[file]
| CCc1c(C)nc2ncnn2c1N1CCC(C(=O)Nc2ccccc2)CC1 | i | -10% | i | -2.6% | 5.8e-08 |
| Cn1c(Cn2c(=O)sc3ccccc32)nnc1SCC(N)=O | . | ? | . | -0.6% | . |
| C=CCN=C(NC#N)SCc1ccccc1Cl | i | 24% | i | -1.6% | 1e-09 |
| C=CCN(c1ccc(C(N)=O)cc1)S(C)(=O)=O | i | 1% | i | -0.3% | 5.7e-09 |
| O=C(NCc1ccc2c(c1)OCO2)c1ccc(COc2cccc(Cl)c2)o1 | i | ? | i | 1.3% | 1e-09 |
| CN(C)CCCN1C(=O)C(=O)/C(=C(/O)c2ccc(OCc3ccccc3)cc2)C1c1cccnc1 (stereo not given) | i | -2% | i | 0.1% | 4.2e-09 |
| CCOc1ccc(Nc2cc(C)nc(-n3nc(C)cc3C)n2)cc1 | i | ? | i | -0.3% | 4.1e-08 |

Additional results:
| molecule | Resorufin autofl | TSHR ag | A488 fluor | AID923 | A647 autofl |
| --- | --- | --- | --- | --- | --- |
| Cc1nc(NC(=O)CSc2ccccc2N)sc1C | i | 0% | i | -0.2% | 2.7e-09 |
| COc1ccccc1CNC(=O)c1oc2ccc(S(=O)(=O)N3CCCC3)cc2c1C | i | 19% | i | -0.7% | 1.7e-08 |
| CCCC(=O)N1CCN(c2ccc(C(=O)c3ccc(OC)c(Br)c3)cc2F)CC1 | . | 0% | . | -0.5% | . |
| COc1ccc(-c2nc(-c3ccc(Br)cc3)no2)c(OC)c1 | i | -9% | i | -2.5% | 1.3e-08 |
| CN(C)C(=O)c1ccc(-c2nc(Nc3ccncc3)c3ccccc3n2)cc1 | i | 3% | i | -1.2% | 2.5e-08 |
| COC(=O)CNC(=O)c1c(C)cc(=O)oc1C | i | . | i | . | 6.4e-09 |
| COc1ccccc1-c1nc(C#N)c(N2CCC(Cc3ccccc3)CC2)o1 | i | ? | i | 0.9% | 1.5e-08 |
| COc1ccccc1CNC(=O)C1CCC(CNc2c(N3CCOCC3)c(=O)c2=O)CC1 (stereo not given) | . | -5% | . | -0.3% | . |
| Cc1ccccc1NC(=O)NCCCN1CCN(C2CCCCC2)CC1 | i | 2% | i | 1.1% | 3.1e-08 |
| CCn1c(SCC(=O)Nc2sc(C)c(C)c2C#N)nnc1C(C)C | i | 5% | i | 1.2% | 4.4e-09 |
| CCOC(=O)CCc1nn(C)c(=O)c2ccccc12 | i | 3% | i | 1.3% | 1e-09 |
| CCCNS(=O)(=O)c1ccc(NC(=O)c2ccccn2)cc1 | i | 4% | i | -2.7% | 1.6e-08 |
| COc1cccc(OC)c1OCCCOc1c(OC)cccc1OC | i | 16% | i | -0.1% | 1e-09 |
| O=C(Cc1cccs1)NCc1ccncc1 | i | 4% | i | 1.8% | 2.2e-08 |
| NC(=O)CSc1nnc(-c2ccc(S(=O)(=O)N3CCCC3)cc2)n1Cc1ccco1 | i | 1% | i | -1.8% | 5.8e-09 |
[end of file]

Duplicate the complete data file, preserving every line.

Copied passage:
| CCc1c(C)nc2ncnn2c1N1CCC(C(=O)Nc2ccccc2)CC1 | i | -10% | i | -2.6% | 5.8e-08 |
| Cn1c(Cn2c(=O)sc3ccccc32)nnc1SCC(N)=O | . | ? | . | -0.6% | . |
| C=CCN=C(NC#N)SCc1ccccc1Cl | i | 24% | i | -1.6% | 1e-09 |
| C=CCN(c1ccc(C(N)=O)cc1)S(C)(=O)=O | i | 1% | i | -0.3% | 5.7e-09 |
| O=C(NCc1ccc2c(c1)OCO2)c1ccc(COc2cccc(Cl)c2)o1 | i | ? | i | 1.3% | 1e-09 |
| CN(C)CCCN1C(=O)C(=O)/C(=C(/O)c2ccc(OCc3ccccc3)cc2)C1c1cccnc1 (stereo not given) | i | -2% | i | 0.1% | 4.2e-09 |
| CCOc1ccc(Nc2cc(C)nc(-n3nc(C)cc3C)n2)cc1 | i | ? | i | -0.3% | 4.1e-08 |

Additional results:
| molecule | Resorufin autofl | TSHR ag | A488 fluor | AID923 | A647 autofl |
| --- | --- | --- | --- | --- | --- |
| Cc1nc(NC(=O)CSc2ccccc2N)sc1C | i | 0% | i | -0.2% | 2.7e-09 |
| COc1ccccc1CNC(=O)c1oc2ccc(S(=O)(=O)N3CCCC3)cc2c1C | i | 19% | i | -0.7% | 1.7e-08 |
| CCCC(=O)N1CCN(c2ccc(C(=O)c3ccc(OC)c(Br)c3)cc2F)CC1 | . | 0% | . | -0.5% | . |
| COc1ccc(-c2nc(-c3ccc(Br)cc3)no2)c(OC)c1 | i | -9% | i | -2.5% | 1.3e-08 |
| CN(C)C(=O)c1ccc(-c2nc(Nc3ccncc3)c3ccccc3n2)cc1 | i | 3% | i | -1.2% | 2.5e-08 |
| COC(=O)CNC(=O)c1c(C)cc(=O)oc1C | i | . | i | . | 6.4e-09 |
| COc1ccccc1-c1nc(C#N)c(N2CCC(Cc3ccccc3)CC2)o1 | i | ? | i | 0.9% | 1.5e-08 |
| COc1ccccc1CNC(=O)C1CCC(CNc2c(N3CCOCC3)c(=O)c2=O)CC1 (stereo not given) | . | -5% | . | -0.3% | . |
| Cc1ccccc1NC(=O)NCCCN1CCN(C2CCCCC2)CC1 | i | 2% | i | 1.1% | 3.1e-08 |
| CCn1c(SCC(=O)Nc2sc(C)c(C)c2C#N)nnc1C(C)C | i | 5% | i | 1.2% | 4.4e-09 |
| CCOC(=O)CCc1nn(C)c(=O)c2ccccc12 | i | 3% | i | 1.3% | 1e-09 |
| CCCNS(=O)(=O)c1ccc(NC(=O)c2ccccn2)cc1 | i | 4% | i | -2.7% | 1.6e-08 |
| COc1cccc(OC)c1OCCCOc1c(OC)cccc1OC | i | 16% | i | -0.1% | 1e-09 |
| O=C(Cc1cccs1)NCc1ccncc1 | i | 4% | i | 1.8% | 2.2e-08 |
| NC(=O)CSc1nnc(-c2ccc(S(=O)(=O)N3CCCC3)cc2)n1Cc1ccco1 | i | 1% | i | -1.8% | 5.8e-09 |